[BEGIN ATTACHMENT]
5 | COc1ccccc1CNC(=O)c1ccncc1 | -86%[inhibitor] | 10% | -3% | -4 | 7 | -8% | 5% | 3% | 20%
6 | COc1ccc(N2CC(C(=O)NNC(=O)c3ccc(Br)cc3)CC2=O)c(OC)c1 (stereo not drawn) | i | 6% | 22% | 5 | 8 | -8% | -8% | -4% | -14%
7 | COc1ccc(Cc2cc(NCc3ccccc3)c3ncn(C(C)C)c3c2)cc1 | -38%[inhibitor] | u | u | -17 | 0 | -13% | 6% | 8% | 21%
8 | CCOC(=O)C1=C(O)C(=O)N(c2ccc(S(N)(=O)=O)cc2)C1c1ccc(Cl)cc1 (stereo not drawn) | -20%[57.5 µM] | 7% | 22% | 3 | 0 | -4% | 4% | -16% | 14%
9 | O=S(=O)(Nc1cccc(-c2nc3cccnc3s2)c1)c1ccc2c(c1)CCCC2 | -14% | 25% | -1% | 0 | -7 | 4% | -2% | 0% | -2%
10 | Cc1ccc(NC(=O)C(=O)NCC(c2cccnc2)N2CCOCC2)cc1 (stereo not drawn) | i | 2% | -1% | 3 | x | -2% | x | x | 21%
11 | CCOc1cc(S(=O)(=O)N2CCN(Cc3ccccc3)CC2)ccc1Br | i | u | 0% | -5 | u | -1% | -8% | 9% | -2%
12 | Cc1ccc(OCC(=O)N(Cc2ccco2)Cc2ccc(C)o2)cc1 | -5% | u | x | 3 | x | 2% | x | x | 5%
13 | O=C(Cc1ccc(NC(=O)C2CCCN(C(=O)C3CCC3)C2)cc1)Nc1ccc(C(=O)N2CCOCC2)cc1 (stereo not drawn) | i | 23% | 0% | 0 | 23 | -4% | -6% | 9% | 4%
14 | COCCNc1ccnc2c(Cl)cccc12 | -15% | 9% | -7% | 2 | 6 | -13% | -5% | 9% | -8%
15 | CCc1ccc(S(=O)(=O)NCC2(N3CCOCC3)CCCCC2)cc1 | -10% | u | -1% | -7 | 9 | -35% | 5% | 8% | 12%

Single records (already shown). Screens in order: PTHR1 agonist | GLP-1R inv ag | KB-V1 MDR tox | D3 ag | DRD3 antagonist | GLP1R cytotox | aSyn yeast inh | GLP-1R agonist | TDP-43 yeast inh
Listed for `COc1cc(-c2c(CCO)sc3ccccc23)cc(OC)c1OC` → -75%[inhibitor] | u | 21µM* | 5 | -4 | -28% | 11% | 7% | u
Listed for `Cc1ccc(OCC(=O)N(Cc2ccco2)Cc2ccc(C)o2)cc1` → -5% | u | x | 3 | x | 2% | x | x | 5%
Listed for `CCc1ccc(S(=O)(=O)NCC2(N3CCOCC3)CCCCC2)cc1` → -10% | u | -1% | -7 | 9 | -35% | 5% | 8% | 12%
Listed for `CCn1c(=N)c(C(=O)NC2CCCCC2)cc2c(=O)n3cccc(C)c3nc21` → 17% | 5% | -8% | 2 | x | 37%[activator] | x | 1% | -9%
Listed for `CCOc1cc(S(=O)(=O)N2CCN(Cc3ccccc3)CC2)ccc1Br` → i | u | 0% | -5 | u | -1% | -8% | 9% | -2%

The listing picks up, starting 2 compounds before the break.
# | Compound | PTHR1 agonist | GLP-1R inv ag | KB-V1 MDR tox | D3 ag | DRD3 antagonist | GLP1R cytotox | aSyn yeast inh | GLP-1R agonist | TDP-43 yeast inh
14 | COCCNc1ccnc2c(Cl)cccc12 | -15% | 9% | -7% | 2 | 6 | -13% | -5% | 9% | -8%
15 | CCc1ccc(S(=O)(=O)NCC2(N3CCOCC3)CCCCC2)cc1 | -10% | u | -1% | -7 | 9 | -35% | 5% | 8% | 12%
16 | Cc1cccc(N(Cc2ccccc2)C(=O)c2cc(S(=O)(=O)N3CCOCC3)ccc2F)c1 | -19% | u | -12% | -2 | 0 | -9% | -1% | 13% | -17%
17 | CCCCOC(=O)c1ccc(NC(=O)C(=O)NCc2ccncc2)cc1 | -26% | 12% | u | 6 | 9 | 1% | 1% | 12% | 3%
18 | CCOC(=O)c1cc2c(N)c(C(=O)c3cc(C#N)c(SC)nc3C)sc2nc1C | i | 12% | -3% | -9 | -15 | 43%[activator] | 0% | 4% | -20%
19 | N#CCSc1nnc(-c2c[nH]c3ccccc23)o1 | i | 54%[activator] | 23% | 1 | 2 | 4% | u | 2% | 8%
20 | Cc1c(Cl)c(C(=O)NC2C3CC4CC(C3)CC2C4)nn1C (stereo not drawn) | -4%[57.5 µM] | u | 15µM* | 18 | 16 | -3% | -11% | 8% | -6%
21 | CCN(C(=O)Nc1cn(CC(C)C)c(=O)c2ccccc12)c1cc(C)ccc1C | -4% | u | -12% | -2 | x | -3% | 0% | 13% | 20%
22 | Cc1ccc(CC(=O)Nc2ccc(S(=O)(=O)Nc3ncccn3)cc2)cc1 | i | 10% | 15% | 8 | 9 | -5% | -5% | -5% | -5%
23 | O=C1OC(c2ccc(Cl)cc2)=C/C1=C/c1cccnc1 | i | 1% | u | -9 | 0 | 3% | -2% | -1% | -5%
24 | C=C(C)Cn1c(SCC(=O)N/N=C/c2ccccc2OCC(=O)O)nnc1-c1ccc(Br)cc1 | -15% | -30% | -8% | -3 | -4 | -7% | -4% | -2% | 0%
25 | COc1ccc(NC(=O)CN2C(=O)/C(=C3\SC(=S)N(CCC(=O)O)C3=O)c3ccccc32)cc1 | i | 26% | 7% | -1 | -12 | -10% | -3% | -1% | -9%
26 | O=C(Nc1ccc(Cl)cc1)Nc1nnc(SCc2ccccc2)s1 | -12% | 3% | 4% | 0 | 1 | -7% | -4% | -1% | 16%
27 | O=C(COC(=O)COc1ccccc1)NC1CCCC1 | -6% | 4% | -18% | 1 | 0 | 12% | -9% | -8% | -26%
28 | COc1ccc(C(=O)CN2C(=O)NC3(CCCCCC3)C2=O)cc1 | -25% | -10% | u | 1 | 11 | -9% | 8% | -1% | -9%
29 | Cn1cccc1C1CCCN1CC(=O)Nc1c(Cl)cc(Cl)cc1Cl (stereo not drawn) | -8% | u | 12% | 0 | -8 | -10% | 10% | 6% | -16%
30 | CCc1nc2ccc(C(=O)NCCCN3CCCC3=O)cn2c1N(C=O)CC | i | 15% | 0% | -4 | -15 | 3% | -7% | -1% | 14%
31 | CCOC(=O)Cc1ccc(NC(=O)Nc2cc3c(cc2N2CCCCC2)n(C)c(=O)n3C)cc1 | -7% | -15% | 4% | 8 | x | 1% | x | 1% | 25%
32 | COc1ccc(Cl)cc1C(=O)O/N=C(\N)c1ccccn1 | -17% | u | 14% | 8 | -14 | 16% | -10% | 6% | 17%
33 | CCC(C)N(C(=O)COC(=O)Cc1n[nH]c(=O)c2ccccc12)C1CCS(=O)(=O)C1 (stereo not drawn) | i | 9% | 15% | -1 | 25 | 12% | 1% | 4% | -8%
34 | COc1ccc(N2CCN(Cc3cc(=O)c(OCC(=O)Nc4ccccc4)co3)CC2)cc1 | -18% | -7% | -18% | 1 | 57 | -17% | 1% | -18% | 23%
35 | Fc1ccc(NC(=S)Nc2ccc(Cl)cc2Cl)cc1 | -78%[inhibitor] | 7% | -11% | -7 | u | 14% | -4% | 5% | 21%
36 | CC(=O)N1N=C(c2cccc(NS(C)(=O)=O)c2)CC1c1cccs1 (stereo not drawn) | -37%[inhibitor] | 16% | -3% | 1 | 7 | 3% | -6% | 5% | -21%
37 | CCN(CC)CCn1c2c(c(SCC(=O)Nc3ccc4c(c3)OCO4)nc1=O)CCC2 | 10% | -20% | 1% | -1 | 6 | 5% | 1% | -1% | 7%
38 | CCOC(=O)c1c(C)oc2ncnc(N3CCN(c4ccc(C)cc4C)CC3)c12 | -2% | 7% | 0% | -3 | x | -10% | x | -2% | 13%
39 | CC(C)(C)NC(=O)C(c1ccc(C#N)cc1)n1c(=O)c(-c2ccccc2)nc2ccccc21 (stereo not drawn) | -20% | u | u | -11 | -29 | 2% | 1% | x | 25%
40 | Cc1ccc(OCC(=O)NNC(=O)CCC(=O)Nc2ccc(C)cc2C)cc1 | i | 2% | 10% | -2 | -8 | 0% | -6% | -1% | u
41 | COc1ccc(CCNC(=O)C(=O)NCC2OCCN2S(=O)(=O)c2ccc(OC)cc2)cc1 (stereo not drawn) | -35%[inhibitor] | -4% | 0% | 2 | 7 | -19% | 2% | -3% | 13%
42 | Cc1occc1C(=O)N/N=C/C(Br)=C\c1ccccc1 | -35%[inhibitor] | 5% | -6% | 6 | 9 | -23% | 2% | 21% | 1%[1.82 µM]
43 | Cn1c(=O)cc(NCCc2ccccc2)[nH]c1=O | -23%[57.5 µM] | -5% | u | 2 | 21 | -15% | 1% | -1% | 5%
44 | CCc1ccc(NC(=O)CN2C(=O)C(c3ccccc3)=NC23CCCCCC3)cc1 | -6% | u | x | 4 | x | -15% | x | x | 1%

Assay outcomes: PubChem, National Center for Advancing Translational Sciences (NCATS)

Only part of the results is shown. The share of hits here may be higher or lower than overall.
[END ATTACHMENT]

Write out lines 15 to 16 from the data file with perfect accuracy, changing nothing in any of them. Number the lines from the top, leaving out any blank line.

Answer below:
Listed for `CCc1ccc(S(=O)(=O)NCC2(N3CCOCC3)CCCCC2)cc1` → -10% | u | -1% | -7 | 9 | -35% | 5% | 8% | 12%
Listed for `CCn1c(=N)c(C(=O)NC2CCCCC2)cc2c(=O)n3cccc(C)c3nc21` → 17% | 5% | -8% | 2 | x | 37%[activator] | x | 1% | -9%